Third party delivery providers have a fiduciary responsibility to grow the business and create stockholder value. And history shows that pushback from the community can be a deterrence to the growth of these companies. The real difference here is that the dynamics of the restaurant industry does not fare well for third-party deliverers. The real future for the third-party delivery companies lies in the development of their own foodservice brands —whether they are cloud and virtual kitchens, or full on commissary systems that can meet massive demand. In my video report from last November, I break down the idea of how third-party restaurant brand development is the real gold rush for likes of Uber and GrubHub.

Panera Bread Rolls Out Climate-Friendly Dinner Options

Lunch hotspot Panera Bread is adding dinner to the menu this summer. The sandwich chain is currently testing a menu featuring hearty meals available from 4:30 p.m. to 10 p.m. in Jacksonville, Florida, and intends to test the “dinner-centric” menu in nine additional locations in Lexington, Kentucky beginning next month.

In a news release, Panera Bread also noted the company’s goal to continue to provide customers with healthy options for themselves and their children — including for dinner. “Panera’s craveable new dinner options are helping to meet guests demand to eliminate the trade-off between good for you and ease. Like all Panera menu items, all offerings are 100 percent clean with no artificial preservatives, sweeteners, flavors, or colors from artificial sources.”

The meals are still designed to be quick. Sara Burnett, the vice president of wellness and food policy for Panera, emphasized that the company is endeavoring to balance the ideals of fast and healthy for busy individuals and families. “People are often challenged by the dichotomy between convenience and quality,” she says. And the chain does not want its customers to “have to trade one for the other, especially dinner on the go.”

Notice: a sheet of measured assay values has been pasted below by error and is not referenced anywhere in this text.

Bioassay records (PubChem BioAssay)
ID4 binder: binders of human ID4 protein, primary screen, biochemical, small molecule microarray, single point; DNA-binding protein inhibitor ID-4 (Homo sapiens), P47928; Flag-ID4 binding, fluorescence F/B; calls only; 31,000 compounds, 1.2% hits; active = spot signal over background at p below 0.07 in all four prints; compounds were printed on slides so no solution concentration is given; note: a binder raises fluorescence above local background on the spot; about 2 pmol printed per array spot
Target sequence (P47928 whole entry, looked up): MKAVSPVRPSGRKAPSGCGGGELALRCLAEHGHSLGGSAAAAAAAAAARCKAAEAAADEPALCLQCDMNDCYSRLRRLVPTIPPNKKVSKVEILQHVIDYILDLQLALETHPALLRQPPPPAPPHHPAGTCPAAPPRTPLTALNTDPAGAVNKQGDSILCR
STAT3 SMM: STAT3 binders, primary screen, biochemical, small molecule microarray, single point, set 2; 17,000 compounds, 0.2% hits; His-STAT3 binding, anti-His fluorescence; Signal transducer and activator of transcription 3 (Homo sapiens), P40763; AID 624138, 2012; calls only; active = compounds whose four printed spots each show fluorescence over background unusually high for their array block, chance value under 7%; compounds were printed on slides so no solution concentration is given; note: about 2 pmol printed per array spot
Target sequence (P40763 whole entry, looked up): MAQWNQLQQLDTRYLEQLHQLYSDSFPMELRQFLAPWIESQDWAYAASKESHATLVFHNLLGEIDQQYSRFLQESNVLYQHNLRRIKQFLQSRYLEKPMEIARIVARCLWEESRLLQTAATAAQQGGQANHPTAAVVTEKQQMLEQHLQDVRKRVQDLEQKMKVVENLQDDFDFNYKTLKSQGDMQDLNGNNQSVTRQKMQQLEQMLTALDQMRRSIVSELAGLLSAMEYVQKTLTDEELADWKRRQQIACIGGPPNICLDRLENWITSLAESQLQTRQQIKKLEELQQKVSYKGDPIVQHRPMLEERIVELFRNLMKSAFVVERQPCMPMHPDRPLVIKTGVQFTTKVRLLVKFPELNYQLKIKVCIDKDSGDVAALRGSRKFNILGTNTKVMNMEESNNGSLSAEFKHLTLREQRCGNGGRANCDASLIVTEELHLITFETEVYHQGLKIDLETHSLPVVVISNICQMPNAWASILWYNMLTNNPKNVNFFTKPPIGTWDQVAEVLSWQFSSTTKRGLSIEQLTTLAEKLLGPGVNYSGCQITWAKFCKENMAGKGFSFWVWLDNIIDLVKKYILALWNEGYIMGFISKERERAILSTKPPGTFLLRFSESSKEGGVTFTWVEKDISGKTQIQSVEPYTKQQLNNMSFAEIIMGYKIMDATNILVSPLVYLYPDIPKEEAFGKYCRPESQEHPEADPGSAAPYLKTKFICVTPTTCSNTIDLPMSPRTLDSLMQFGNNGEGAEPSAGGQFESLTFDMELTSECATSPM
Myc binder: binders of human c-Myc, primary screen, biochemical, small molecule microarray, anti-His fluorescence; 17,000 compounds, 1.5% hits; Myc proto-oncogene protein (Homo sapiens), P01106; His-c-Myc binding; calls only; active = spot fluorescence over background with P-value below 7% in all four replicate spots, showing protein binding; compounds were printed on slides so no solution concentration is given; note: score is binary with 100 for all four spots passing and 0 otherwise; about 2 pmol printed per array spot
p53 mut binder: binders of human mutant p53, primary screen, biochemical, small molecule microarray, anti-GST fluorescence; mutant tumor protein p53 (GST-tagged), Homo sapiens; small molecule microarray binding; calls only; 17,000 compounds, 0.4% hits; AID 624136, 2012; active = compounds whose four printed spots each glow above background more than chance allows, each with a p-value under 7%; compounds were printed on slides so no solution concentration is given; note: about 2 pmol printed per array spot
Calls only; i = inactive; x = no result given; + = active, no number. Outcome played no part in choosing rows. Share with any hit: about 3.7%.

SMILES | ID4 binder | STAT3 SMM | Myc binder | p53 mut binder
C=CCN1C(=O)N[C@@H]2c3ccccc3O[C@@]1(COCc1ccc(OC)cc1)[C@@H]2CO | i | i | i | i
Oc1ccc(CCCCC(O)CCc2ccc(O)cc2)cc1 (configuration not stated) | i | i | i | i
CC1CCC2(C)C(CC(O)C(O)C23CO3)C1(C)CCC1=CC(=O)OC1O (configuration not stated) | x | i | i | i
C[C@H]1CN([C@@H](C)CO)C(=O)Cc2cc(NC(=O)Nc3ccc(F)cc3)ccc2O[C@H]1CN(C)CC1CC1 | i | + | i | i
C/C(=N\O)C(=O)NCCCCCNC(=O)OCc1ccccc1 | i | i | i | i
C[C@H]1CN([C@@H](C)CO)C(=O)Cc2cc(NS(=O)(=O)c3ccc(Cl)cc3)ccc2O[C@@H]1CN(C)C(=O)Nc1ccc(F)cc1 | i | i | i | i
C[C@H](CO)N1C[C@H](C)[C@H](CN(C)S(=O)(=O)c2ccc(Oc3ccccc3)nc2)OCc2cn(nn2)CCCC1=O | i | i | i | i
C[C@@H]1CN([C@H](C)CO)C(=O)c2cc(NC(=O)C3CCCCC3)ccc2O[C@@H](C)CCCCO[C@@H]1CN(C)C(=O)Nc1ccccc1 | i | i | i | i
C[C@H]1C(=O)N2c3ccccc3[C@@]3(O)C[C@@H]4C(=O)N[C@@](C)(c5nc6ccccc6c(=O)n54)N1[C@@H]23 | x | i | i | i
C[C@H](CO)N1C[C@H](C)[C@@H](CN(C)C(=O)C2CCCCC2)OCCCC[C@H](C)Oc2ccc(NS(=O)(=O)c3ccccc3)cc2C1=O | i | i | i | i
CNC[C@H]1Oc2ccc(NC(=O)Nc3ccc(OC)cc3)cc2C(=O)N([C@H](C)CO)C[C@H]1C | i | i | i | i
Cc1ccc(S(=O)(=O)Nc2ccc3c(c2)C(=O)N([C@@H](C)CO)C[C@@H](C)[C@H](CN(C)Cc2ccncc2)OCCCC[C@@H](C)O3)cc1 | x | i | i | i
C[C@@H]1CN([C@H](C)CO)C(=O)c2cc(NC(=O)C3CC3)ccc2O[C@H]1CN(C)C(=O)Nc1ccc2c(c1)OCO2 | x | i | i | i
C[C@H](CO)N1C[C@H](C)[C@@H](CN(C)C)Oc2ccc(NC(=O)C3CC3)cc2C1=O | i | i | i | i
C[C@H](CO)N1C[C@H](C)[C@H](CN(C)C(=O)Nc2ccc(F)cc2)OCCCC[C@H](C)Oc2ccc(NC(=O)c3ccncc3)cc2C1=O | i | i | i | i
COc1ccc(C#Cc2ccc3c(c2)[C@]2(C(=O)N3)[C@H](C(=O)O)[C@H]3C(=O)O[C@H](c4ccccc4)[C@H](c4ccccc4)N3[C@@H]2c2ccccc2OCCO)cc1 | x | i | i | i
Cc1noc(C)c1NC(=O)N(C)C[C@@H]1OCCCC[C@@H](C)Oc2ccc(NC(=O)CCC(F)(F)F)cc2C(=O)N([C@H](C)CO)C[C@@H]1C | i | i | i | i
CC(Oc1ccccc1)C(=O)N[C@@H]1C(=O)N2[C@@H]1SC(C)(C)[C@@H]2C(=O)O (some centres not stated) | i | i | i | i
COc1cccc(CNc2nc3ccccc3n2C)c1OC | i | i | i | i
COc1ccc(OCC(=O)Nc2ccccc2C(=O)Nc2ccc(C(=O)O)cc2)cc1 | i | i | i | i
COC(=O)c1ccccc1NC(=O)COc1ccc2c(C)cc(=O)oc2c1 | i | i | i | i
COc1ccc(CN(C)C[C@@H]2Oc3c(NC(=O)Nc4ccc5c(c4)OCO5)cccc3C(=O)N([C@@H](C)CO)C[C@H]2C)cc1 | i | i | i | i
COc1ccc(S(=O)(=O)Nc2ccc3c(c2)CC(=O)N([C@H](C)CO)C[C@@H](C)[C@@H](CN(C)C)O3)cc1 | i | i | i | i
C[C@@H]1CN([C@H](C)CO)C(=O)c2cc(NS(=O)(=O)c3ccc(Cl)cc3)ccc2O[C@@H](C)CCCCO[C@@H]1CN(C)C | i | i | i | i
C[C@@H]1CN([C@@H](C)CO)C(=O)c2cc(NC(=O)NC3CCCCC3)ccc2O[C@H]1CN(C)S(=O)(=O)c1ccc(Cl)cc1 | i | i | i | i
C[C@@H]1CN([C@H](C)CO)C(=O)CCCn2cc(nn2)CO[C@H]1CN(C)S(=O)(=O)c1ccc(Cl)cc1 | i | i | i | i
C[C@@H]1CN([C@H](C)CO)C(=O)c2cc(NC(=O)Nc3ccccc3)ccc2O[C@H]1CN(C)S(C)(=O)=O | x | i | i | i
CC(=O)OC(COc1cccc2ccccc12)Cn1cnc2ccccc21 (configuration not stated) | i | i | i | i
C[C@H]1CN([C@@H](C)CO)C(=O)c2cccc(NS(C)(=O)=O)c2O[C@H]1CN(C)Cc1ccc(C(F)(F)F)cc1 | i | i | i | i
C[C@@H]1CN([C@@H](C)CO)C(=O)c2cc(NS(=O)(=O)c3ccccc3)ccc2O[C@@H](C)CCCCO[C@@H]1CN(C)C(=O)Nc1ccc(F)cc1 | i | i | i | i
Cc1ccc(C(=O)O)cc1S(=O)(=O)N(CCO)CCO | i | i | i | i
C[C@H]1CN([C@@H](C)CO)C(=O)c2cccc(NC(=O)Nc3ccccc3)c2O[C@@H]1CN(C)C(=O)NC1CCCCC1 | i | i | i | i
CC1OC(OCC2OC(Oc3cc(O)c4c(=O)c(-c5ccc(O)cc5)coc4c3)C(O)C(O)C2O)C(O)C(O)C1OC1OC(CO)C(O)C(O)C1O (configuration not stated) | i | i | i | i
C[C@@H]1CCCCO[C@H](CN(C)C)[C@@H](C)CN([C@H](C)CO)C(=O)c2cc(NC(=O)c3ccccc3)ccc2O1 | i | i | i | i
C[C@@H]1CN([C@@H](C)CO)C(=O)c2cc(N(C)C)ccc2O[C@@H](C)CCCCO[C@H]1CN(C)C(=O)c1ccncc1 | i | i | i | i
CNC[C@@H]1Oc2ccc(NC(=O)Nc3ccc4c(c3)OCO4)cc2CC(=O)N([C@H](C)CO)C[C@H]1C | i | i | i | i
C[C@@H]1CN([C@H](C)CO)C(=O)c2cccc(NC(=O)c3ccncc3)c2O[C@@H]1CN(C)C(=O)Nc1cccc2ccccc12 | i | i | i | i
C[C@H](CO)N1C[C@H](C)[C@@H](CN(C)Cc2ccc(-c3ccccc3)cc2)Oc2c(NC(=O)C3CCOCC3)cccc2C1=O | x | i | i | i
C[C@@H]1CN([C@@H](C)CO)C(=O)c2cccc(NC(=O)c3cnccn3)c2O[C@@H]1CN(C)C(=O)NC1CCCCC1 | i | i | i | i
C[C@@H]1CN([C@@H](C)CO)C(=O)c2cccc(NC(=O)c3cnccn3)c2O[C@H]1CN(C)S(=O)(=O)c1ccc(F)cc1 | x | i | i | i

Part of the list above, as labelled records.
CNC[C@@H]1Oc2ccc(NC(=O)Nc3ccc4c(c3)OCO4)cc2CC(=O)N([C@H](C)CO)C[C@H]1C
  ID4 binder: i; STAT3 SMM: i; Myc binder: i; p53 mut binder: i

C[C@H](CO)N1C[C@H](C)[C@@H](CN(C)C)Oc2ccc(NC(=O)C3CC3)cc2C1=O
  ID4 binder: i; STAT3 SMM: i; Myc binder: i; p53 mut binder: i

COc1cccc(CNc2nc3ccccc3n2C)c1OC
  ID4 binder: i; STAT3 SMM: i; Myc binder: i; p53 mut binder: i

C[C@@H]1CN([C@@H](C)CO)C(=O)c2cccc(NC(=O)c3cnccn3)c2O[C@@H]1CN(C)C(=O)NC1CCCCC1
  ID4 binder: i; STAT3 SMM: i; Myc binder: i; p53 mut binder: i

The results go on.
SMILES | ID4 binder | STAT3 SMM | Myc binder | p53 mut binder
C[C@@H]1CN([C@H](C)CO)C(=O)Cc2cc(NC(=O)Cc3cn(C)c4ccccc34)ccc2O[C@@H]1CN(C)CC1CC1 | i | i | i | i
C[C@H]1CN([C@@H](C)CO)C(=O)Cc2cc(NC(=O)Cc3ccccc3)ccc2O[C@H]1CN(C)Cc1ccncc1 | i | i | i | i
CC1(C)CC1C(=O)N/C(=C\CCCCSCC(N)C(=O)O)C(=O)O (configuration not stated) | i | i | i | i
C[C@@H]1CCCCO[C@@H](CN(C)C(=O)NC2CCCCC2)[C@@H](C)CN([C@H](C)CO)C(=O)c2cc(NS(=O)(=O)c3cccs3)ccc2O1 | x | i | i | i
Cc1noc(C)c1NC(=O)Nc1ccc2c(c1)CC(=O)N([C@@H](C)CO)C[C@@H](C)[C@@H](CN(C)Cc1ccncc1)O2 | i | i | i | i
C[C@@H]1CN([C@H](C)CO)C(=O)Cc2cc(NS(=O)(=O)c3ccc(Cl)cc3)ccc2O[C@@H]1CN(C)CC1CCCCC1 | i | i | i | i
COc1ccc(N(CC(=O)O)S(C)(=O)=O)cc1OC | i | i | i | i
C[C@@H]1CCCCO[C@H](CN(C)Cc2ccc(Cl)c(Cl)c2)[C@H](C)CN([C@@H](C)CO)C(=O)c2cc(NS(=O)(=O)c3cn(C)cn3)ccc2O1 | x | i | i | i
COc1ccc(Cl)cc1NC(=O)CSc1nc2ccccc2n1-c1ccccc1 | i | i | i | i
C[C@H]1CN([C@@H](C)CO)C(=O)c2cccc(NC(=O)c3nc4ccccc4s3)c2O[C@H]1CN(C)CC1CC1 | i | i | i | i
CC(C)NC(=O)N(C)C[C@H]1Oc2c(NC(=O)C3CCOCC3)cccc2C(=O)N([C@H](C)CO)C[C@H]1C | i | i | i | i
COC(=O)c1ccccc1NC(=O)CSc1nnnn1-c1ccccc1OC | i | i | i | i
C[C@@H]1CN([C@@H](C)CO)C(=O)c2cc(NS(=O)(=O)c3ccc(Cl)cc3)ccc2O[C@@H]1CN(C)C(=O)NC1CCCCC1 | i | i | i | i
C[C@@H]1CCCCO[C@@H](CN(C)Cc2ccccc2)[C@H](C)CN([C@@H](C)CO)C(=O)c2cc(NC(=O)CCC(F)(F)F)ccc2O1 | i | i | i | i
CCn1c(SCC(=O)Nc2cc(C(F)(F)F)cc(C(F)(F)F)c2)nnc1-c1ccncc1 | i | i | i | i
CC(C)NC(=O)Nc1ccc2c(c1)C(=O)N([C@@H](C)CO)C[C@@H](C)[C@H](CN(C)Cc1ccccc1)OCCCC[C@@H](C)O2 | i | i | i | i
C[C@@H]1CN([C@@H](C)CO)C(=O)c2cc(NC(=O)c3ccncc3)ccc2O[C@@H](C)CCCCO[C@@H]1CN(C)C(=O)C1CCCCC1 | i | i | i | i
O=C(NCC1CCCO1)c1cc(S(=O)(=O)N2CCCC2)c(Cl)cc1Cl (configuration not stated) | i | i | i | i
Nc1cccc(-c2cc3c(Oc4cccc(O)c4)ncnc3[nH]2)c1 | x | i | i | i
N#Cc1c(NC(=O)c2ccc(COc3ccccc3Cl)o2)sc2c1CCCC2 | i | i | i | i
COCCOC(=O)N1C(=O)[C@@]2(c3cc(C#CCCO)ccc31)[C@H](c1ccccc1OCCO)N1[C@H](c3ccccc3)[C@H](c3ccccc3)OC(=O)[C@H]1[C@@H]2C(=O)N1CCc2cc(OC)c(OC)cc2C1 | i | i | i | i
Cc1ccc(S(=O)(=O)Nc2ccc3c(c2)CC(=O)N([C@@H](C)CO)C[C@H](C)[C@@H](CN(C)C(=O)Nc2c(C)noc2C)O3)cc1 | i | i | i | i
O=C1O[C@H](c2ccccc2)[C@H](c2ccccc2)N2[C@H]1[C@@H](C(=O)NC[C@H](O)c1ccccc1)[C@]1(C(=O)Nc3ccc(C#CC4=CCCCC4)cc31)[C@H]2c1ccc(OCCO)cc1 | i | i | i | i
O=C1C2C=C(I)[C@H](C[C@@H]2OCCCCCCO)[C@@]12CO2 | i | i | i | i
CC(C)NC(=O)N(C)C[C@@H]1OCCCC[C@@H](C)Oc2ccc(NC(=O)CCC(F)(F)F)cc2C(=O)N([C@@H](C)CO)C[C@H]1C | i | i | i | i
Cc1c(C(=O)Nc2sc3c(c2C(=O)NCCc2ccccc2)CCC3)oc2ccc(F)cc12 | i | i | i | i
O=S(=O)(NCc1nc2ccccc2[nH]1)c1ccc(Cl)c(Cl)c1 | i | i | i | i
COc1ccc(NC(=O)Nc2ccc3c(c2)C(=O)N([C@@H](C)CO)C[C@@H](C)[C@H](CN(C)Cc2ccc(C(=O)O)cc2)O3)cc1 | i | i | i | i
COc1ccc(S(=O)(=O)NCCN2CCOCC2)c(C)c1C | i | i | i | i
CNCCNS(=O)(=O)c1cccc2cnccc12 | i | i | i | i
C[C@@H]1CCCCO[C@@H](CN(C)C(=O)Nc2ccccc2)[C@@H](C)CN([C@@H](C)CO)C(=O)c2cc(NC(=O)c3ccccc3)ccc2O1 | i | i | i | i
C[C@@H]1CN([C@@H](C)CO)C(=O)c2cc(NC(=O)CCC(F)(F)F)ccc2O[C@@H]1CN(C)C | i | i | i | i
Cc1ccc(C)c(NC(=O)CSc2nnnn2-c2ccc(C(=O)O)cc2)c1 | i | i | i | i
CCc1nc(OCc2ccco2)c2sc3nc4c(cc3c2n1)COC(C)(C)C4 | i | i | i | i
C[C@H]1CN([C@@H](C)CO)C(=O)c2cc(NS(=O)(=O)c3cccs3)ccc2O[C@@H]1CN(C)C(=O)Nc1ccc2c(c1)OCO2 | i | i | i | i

By sales, Panera is the tenth-largest chain in the United States. And dinnertime purchases provide, on average, about a quarter to a third of the company’s sales. According to Panera’s chief growth and strategy officer Dan Wegiel, customer feedback suggests that the light soups, salads, and sandwiches currently provided by Panera Bread make for a healthy, but unsatisfying dinner.

The new dinner options include more sizable and satisfying meals, including flatbread pizzas, bowls, and meatier sandwiches that still utilize popular Panera flavors. New vegetable sides have also been added.

One noteworthy addition is the Chipotle Chicken & Bacon Artisan Flatbread, featuring smoked pulled chicken, chopped bacon, garlic cream sauce, fresh mozzarella and fontina, red grape tomatoes, fresh cilantro, and the chain’s classic chipotle aioli.

With food production contributing up to a quarter of the world’s total carbon emissions, chicken is becoming an increasingly preferred protein option for restaurants and customers alike. When compared with plant-based foods, animal-based food production necessitates a much larger carbon footprint.

Beef production uses, on average, about 20 times the land that plants necessitate, and results in at least 20 times as many carbon emissions as the average plant. And cows, goats, and sheep alike emit the highly potent greenhouse gas, methane.

For concerned meat lovers, there is a more carbon-friendly option than beef. According to a study conducted by the National Health and Nutrition Examination Survey examining the average daily eating habits of over 16,000 participants, chicken is a drastically better option than beef when it comes to carbon.